Marie Sklodowska Curie - preface



The task of preparing teaching-learning material for value-oriented education is enormous.

There is, first, the idea that value-oriented education should be exploratory rather than prescriptive, and that the teaching-learning material should provide to the learners a growing experience of exploration.      

      Secondly, it is rightly contended that the proper inspiration to turn to value-orientation is provided by biographies, autobiographical accounts, personal anecdotes, epistles, short poems, stories of humour, stories of human interest, brief passages filled with pregnant meanings, reflective short essays written in well-chiselled language, plays, powerful accounts of historical events, statements of personal experiences of values in actual situations of life, and similar other statements of scientific, philosophical, artistic and literary expression.

      Thirdly, we may take into account the contemporary fact that the entire world is moving rapidly towards the synthesis of the East and the West, and in that context, it seems obvious that our teaching-learning material should foster the gradual familiarisation of students with global themes of universal significance as also those that underline the importance of diversity in unity. This implies that the material should bring the students nearer to their cultural heritage, but also to the highest that is available



in the cultural experiences of the world at large.

      Fourthly, an attempt should be made to select from Indian and world history such examples that could illustrate the theme of the upward progress of humankind. The selected research material could be multi-sided, and it should be presented in such a way that teachers can make use of it in the manner and in the context that they need in specific situations that might obtain or that can be created in respect of the students.

     The research team at the Sri Aurobindo International Institute of Educational Research (SAIIER) has  attempted the creation  of the relevant teaching-learning material, and they have decided to present the some in the from of monographs. The total number of those monographs will be around eighty to eighty-five.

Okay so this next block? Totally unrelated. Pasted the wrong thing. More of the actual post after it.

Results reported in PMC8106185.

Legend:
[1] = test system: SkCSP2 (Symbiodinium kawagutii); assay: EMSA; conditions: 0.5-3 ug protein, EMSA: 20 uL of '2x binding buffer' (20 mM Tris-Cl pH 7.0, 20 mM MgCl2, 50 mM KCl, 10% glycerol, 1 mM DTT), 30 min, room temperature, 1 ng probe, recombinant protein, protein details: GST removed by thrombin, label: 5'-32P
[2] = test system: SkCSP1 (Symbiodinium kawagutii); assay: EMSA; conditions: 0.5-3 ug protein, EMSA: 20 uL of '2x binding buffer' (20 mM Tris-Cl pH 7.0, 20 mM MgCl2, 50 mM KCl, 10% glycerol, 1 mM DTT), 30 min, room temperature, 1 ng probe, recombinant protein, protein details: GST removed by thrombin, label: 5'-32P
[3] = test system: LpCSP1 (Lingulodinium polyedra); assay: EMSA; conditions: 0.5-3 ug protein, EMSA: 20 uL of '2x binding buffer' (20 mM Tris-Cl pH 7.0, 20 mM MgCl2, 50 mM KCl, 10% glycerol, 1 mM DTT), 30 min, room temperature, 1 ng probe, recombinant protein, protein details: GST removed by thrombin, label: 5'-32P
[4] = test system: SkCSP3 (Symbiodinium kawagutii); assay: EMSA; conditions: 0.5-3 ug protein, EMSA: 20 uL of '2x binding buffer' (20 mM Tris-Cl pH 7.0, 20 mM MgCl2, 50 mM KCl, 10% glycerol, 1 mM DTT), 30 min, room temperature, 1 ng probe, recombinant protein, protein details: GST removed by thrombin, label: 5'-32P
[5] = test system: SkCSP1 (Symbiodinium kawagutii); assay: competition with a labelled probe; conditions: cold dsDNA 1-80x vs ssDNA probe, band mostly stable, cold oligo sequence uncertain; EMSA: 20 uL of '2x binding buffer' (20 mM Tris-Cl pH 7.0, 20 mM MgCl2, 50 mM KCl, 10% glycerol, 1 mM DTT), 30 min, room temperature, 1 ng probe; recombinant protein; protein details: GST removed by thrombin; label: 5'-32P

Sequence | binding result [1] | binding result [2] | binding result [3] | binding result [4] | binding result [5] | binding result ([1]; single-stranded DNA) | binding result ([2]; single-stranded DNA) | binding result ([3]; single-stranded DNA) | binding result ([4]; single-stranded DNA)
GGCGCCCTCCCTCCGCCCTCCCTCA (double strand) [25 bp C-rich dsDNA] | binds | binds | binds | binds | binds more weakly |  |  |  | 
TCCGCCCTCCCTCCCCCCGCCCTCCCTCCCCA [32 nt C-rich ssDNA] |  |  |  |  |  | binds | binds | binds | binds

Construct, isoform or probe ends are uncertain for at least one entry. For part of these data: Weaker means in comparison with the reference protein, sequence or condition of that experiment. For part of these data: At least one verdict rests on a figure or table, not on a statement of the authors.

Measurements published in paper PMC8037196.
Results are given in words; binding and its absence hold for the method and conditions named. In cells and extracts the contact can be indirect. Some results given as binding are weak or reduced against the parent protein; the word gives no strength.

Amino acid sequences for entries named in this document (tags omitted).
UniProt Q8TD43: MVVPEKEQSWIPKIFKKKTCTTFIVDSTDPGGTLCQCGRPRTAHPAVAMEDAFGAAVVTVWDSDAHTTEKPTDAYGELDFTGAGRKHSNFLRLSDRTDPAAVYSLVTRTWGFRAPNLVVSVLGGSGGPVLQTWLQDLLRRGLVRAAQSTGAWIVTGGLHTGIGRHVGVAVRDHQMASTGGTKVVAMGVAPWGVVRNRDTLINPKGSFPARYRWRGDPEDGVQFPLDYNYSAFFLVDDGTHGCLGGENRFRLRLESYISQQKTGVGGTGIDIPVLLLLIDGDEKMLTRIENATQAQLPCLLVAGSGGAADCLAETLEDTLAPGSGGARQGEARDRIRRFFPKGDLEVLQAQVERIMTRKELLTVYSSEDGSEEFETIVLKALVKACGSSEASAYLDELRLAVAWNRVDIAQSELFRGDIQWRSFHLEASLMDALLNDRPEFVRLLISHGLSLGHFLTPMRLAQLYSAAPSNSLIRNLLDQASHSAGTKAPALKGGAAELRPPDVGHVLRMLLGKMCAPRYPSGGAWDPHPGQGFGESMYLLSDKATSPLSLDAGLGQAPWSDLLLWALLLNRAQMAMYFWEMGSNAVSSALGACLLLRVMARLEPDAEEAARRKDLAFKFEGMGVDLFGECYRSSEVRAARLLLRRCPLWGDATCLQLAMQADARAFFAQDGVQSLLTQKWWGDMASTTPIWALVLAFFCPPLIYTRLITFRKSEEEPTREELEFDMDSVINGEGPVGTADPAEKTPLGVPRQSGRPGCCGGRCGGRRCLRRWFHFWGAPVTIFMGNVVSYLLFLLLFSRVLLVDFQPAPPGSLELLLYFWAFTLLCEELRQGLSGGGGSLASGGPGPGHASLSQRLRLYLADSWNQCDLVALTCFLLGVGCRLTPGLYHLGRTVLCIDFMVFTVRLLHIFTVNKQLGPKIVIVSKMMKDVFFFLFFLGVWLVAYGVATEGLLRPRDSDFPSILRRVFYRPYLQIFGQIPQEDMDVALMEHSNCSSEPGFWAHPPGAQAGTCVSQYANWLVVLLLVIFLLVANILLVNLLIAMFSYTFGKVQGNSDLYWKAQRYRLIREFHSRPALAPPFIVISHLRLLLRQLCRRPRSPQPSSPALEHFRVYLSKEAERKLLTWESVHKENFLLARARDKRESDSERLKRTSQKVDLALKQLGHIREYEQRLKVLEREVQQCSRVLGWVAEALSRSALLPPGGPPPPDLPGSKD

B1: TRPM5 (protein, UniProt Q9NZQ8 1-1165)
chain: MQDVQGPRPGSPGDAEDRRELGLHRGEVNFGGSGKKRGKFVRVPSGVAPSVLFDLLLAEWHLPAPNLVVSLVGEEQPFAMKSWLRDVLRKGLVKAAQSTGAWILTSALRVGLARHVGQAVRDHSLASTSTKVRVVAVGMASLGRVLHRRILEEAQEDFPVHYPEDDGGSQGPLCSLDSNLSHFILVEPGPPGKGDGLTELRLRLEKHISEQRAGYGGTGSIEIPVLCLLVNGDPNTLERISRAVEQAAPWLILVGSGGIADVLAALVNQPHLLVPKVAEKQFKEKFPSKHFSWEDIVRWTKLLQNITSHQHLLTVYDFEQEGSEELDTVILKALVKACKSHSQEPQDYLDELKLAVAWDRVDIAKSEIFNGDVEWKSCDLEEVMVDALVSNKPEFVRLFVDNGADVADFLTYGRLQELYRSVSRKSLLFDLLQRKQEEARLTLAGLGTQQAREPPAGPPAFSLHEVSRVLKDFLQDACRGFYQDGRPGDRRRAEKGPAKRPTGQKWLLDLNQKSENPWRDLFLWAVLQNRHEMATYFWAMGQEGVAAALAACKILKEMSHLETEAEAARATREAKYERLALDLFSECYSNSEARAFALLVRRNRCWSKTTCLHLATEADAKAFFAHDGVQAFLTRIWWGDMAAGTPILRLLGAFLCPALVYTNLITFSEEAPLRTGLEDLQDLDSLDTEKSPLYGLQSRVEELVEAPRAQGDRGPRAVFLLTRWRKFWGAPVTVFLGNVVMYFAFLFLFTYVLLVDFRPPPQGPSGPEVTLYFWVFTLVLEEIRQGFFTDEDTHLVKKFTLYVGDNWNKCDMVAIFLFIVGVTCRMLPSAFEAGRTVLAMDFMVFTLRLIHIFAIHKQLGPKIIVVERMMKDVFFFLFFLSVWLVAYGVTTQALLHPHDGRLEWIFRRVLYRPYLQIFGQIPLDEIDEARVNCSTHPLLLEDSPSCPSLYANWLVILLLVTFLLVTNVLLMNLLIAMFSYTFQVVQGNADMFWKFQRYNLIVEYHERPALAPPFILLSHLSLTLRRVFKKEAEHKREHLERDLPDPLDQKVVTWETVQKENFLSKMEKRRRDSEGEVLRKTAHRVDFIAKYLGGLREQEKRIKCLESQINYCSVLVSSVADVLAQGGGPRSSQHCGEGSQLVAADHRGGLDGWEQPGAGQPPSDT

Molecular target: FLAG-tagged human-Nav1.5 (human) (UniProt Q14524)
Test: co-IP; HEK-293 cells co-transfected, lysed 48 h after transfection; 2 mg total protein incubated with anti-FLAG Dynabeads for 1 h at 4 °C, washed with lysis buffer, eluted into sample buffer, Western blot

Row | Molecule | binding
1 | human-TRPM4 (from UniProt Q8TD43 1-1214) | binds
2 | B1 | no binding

It appears that there are three major powers that uplift life to higher and higher normative levels, and the value of these powers, if well illustrated, could be effectively conveyed to the learners for their upliftment. These powers are those of illumination, heroism and harmony.

      It may be useful to explore the meanings of these terms - illumination, heroism and harmony - since the aim of these monographs is to provide material for a study of what is sought to be conveyed through these three terms. We offer here exploratory statements in regard to these three terms.

      Illumination is that ignition of inner light in which meaning and value of substance and life-movement are seized, understood, comprehended, held, and possessed, stimulating and inspiring guided action and application and creativity culminating in joy, delight, even ecstasy. The width, depth and height of the light and vision determine the degrees of illumination, and when they reach the splendour and glory of synthesis and harmony, illumination ripens into wisdom. Wisdom, too, has varying degrees that can uncover powers of knowledge and action, which reveal unsuspected secrets and unimagined skills of art and craft of creativity and effectiveness.